With increasing use of digital devices at school and at home, many of us, including kids, forget to blink. The more concentrated you are on a task, the less frequently you blink. Good, full blinks are important for the maintenance of healthy meibomian glands and a healthy ocular surface.

The most common cause of DED in children is evaporative eye disease, most frequently caused by meibomian gland dysfunction.13 Other common causes include blepharitis, Demodex infestation, ocular rosacea, allergies, infections, and mechanical irritation.14 Autoimmune diseases, hormonal changes, pharmaceuticals with dry eye side effects, diets low in omega-3 fatty acids, and inadequate daily hydration can also contribute to DED.

The Vision Council infographic on DES.

When we evaluate children for DED, in addition to careful patient case history and traditional tests, we now have new technologies such as the TearLab Osmolarity Test (TearLab), InflammaDry (Rapid Pathogen Screening), and LipiView II (Tear Science) to help determine the type of DED the patient has and to track the progress of treatment.

Those who have mild evaporative DED may benefit from use of an oil-based tear such as Retaine MGD (OcuSoft) with application of a warm compress such as the Bruder Eye Hydrating Mask (Bruder Healthcare). Those with mild aqueous-deficiency DED may benefit from a tear substitute such as Refresh Optive (Allergan).

Meibography helps to evaluate meibomian gland functions in teens and adults alike. If the gland has undergone damage or capping, it is helpful to treat the patient with gland expression. The LipiFlow devide (TearScience) can help to improve gland function by expressing hardened meibum within the gland.

Restasis (cyclosporine ophthalmic emulsion 0.05%, Allergan), which is approved for use in those age 16 years and older, has been the go-to drop for inflammatory DED since its introduction. With the recent approval of Xiidra (lifitegrast ophthalmic solution 5%, Shire), approved for treating signs and symptoms of dry eyes and for those age 17 years and older, we now have two drops in our arsenal to treat DED.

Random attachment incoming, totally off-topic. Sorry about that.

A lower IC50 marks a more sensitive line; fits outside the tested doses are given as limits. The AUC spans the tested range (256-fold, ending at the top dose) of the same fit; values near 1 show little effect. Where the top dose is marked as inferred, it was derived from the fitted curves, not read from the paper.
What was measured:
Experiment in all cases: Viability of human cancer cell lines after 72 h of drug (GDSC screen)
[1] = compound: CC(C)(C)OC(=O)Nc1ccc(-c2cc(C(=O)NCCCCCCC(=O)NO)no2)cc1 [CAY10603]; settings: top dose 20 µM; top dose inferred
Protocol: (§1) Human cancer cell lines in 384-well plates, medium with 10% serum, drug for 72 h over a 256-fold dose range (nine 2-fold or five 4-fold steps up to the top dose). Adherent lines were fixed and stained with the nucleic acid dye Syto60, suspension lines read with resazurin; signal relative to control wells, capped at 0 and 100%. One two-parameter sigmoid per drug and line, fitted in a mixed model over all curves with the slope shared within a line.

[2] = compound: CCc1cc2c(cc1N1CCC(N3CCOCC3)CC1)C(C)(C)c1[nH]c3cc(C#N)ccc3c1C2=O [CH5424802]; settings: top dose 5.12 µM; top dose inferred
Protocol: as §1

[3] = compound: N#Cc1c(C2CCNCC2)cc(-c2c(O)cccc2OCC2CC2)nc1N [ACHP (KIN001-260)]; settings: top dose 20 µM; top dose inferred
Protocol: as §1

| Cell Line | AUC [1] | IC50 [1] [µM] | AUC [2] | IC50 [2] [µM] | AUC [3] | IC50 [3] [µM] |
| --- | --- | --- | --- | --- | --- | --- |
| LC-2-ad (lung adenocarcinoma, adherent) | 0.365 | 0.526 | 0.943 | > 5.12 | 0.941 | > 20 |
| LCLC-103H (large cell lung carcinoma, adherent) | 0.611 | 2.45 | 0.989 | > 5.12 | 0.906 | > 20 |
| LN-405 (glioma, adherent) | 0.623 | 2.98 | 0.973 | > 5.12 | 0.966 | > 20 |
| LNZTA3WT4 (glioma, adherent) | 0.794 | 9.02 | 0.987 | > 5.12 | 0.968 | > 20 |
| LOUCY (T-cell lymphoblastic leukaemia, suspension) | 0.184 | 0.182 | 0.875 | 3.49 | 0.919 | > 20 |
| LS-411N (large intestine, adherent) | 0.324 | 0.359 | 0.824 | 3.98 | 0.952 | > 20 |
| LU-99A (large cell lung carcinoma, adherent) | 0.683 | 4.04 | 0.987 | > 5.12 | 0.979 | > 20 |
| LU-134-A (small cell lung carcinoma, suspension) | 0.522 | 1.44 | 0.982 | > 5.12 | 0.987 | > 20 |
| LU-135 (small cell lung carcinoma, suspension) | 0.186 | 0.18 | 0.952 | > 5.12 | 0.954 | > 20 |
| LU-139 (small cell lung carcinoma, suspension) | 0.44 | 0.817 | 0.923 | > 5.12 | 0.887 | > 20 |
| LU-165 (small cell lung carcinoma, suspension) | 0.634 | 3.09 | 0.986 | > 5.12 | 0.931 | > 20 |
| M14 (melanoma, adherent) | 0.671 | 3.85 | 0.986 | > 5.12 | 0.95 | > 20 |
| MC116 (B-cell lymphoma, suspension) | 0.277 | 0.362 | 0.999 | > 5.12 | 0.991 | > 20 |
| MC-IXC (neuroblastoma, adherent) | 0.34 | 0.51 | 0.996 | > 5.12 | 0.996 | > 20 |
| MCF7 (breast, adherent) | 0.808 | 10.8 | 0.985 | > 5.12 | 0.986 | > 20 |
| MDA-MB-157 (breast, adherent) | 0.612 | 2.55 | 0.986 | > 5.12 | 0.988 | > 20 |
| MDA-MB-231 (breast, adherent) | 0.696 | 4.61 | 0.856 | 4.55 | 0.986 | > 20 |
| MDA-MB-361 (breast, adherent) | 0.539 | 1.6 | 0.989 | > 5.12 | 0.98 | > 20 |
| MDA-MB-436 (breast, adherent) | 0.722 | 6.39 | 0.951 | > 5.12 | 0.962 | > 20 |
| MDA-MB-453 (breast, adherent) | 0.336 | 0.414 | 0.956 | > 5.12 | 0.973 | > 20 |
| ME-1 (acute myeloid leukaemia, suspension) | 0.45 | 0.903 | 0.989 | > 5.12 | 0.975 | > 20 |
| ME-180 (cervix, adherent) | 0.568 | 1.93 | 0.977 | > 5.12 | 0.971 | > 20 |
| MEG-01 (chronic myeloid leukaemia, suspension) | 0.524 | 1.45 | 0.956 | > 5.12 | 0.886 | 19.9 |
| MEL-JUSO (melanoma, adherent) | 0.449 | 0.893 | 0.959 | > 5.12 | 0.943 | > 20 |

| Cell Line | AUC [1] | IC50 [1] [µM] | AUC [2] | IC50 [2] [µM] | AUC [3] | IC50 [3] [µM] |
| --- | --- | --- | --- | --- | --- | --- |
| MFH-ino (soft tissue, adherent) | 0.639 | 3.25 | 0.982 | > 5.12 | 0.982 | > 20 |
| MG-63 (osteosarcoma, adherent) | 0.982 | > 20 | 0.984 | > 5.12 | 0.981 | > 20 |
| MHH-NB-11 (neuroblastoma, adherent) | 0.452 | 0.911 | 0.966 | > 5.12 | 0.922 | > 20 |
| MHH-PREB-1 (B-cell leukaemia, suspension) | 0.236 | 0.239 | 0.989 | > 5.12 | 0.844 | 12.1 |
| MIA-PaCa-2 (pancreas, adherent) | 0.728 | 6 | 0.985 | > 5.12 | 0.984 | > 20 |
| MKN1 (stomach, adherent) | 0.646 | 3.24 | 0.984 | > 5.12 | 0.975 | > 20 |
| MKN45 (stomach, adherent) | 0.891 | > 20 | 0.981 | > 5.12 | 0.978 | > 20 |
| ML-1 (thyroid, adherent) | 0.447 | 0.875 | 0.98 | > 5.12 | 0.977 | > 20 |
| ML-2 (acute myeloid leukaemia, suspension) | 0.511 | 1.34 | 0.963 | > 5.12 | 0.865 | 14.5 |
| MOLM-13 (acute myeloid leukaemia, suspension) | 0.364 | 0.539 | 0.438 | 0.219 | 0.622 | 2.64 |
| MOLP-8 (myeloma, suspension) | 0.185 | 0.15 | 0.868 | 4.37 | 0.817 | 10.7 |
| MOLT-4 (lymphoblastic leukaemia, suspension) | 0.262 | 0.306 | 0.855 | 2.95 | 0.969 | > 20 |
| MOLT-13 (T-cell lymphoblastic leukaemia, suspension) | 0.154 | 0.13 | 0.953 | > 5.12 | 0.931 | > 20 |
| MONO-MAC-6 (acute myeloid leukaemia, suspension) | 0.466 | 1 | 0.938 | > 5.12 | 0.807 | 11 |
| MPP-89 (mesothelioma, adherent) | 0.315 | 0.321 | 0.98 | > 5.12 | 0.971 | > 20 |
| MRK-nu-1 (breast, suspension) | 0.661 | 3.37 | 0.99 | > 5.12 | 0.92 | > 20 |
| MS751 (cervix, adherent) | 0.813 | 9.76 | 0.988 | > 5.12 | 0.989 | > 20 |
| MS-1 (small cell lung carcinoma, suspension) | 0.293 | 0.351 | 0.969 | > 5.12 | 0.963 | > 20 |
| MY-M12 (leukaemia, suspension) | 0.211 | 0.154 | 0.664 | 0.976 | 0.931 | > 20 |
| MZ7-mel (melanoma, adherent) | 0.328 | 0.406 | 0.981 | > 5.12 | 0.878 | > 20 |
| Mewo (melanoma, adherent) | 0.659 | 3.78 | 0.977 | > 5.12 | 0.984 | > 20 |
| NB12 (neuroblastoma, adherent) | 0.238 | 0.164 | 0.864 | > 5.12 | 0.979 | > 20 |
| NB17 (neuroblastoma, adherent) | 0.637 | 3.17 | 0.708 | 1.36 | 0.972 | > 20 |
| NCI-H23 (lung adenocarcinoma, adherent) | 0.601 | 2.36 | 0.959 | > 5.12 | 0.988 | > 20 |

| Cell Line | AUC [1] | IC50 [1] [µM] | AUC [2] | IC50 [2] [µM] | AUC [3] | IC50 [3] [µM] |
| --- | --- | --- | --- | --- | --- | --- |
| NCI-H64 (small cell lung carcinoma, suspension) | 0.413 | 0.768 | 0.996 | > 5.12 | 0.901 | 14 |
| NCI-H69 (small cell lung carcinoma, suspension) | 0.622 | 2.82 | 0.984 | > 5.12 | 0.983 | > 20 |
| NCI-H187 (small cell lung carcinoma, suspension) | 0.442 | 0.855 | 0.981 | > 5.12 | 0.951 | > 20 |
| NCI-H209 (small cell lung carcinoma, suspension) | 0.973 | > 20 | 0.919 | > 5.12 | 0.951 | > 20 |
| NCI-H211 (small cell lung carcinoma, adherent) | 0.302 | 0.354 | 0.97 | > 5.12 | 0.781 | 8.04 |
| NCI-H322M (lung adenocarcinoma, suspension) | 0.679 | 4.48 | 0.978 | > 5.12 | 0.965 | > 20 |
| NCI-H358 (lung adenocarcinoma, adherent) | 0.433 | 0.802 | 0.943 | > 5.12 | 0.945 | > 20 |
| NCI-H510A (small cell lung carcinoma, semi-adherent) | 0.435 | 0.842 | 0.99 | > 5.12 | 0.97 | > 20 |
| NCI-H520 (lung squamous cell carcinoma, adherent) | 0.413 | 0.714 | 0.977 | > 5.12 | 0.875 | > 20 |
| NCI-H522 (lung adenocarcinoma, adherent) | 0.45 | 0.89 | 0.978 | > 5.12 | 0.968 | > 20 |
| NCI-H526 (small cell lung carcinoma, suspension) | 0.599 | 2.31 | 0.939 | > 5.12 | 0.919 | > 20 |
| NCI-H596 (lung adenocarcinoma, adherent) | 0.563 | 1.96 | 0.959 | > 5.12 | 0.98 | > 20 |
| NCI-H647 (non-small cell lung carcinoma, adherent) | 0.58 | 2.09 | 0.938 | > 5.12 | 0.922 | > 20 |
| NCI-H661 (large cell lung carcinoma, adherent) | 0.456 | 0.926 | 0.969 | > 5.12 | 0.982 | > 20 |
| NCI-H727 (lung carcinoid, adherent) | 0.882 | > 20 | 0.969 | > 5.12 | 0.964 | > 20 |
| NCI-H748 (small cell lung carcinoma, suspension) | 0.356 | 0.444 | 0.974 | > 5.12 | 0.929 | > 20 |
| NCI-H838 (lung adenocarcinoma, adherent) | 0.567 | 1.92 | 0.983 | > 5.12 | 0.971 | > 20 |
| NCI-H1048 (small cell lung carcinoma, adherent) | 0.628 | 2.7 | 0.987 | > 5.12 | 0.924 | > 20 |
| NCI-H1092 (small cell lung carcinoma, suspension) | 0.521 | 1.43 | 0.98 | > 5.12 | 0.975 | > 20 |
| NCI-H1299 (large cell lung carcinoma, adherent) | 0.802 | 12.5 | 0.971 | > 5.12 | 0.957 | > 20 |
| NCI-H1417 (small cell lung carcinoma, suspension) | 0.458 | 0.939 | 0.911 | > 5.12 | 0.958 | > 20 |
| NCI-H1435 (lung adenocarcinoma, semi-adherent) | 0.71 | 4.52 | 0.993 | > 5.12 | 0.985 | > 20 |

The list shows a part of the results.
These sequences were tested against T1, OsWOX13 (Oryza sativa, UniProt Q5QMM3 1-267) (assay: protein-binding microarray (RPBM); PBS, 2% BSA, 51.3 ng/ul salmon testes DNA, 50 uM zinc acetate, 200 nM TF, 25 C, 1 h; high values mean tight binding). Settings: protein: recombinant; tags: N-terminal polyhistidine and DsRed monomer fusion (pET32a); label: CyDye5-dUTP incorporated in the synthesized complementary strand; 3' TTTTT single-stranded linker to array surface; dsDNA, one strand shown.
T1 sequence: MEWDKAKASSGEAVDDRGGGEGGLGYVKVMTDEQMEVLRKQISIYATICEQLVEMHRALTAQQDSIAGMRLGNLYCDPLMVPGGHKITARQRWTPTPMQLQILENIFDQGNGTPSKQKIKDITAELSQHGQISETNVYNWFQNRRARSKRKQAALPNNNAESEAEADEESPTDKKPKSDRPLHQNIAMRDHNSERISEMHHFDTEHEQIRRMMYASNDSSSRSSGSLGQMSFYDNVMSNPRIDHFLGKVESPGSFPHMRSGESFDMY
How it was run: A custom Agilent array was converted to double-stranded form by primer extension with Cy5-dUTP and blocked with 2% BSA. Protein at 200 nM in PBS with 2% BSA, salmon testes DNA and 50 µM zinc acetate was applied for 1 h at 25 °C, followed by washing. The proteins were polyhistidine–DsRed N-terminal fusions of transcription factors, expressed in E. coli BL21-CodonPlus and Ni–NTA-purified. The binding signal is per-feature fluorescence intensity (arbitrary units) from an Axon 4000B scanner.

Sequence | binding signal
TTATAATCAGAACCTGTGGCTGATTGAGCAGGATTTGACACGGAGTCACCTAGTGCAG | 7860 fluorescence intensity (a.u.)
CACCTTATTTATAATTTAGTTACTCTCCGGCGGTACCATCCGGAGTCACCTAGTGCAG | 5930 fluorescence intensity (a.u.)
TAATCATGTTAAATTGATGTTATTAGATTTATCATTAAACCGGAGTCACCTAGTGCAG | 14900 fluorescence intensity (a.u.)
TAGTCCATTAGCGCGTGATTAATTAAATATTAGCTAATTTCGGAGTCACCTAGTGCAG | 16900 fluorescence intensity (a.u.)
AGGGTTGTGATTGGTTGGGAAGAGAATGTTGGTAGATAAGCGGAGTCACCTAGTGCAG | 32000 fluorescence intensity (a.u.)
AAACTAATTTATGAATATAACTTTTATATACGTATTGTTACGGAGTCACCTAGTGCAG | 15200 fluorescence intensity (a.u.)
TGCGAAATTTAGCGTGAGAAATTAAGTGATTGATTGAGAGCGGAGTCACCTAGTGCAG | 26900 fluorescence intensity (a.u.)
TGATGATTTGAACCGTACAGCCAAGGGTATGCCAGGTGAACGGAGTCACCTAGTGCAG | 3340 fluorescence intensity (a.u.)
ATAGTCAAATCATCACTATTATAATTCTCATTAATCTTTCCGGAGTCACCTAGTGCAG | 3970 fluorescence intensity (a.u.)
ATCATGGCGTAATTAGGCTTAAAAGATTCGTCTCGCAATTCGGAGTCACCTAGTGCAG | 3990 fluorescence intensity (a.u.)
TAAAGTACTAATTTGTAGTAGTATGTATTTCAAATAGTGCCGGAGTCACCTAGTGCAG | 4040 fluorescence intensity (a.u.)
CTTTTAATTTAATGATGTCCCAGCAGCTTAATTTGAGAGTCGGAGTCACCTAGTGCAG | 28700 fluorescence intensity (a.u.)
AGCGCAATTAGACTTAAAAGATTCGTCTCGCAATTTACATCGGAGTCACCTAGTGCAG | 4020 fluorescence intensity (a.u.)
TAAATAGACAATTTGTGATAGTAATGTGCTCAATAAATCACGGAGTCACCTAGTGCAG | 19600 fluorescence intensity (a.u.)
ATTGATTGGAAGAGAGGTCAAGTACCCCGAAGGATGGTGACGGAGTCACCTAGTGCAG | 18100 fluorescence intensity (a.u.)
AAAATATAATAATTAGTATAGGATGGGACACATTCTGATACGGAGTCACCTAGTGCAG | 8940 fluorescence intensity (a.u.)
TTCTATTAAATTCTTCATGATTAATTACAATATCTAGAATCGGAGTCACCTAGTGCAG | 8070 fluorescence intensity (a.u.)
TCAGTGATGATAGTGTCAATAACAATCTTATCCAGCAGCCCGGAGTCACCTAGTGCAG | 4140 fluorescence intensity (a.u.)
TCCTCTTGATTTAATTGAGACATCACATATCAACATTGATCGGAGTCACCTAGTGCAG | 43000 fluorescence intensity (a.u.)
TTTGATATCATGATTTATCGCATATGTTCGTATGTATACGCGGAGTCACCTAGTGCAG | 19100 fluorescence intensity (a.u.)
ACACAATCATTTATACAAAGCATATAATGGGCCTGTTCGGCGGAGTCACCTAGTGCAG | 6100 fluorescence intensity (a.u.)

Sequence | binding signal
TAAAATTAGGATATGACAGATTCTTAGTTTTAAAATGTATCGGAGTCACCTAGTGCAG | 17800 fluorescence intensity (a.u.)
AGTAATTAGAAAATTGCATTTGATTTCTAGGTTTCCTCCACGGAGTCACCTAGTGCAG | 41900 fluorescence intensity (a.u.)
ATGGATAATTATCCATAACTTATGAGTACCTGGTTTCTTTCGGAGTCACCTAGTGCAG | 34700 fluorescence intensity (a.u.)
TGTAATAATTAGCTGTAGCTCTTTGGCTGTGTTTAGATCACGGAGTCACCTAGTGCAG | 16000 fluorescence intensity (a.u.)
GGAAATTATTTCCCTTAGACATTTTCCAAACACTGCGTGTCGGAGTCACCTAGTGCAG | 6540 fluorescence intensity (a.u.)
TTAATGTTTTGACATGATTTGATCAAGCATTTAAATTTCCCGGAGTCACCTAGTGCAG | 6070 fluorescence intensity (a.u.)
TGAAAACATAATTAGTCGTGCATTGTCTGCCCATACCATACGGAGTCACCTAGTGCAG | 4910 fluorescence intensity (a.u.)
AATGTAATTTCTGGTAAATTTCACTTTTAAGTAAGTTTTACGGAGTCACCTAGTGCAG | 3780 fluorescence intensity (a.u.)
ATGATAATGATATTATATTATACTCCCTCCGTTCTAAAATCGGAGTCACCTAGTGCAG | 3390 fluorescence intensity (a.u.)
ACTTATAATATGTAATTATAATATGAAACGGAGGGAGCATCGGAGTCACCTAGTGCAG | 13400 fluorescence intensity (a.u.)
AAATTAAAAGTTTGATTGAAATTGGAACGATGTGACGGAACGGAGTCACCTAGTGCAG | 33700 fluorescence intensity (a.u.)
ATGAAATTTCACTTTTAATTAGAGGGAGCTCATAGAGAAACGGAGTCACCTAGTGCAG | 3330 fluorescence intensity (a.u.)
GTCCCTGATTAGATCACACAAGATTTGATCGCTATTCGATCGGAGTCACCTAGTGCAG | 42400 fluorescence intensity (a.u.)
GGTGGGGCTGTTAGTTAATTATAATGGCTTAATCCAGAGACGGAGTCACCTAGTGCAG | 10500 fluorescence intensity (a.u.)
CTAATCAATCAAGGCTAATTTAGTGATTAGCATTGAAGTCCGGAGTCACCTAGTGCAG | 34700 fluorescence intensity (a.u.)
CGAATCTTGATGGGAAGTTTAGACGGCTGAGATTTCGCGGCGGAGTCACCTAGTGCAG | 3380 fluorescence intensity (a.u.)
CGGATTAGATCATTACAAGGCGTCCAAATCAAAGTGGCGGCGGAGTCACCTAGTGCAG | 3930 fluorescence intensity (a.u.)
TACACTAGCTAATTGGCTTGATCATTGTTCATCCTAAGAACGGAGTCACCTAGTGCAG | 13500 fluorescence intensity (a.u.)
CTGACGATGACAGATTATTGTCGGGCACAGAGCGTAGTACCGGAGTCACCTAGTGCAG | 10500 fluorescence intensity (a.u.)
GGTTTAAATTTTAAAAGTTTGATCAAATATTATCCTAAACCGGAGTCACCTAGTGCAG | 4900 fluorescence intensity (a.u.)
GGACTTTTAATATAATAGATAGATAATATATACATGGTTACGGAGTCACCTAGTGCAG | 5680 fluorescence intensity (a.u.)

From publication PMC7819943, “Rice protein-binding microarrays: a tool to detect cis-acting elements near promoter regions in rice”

Debris on the eyelashes, whether from staphylococcal bacteria or Demodex mites, can unload toxins into the tear film and create an inflammatory response, exacerbating inflammatory DED. Lid Scrub Plus Platinum (OcuSoft), which is an extra-strength eyelid cleanser containing phytosphingosine, has both antibacterial and antiinflammatory properties. The use of hypochlorous acid (HOCl) has also been advantageous for patients with staphylococcal blepharitis. It can be obtained via a prescription for Avenova with Neutrox (HOCl 0.01%, NovaBay) or over the counter as Hypochlor Gel (HOCl 0.02%, OcuSoft).5


One of the best television commercials I have seen during the Olympics, for Under Armour sports apparel, celebrates the hard work and dedication of swimmer Michael Phelps. He is shown practicing in the pool from day until night, and inspiring all of us. The tagline of the ad is, “It’s what you do in the dark that puts you in the light!”

Likewise, by adding the latest eye care advances to our arsenal, what eye doctors prescribe in the darkened exam room can help student athletes with their sight and performance in the light of the sports arena.

It’s what eye doctors do in the dark that puts student athletes’ sight in the best light! n

1. Christopher G. How many hours should youth athletes train and play each week? Accessed August 22, 2016.

2. The Aspen Insititute: Project Play. Facts: Sports Activity and Children. 2015. Accessed August 22, 2016.

3. NCAA. Estimated probability of competing in college athletics. April 26, 2015. Accessed August 22, 2016.

4. NCAA. NCAA sports sponsorship and participation rates report. October 2015. Accessed August 22, 2016.

5. Karpecki PM. The dry eye deluge. Review of Optometry. January 15, 2016. Accessed August 22, 2016.

6. The Vision Council. Digital eye strain report 2016. Accessed August 22, 2016.

7. Heiting G. When were contact lenses invented? May 2015. Accessed August 22, 2016.

8. American Optometric Association. Through the eyes of the 21st-century child. 2015. Accessed August 22, 2016.

9. American Optometric Association. AOA alerts parents: Back-to-school eye exams more essential than ever. July 15, 2015. Accessed August 22, 2016.

10. The Vision Council. What is digital eye strain? Accessed August 22, 2016.

11. Blue light has a dark side. Harvard Health Letter. May 2012. Accessed August 22, 2016.

12. van der Lely S, Frey S, Garbazza C, et al. Blue blocker glasses as a countermeasure for alerting effects of evening light-emitting diode screen exposure in male teenagers. J Adolesc Health. 2015;56(1):113-119.

13. Kaufman LB. Are we missing dry eye in children? EyeNet Magazine. August 2016. Accessed August 22, 2016.

14. Caceres V. Dry eye diagnosis in children takes some detective work. EyeWorld. June 2013. Accessed August 22, 2016.

Bridgitte Shen Lee, OD
• Cofounder and CEO, Vision Optique, Houston, Texas
• Founder, iTravelCE
• Financial disclosure: speaker for Shire; consultant to Johnson & Johnson Vision Care, Essilor, Bausch + Lomb, OCuSOFT, and Guardion Health Sciences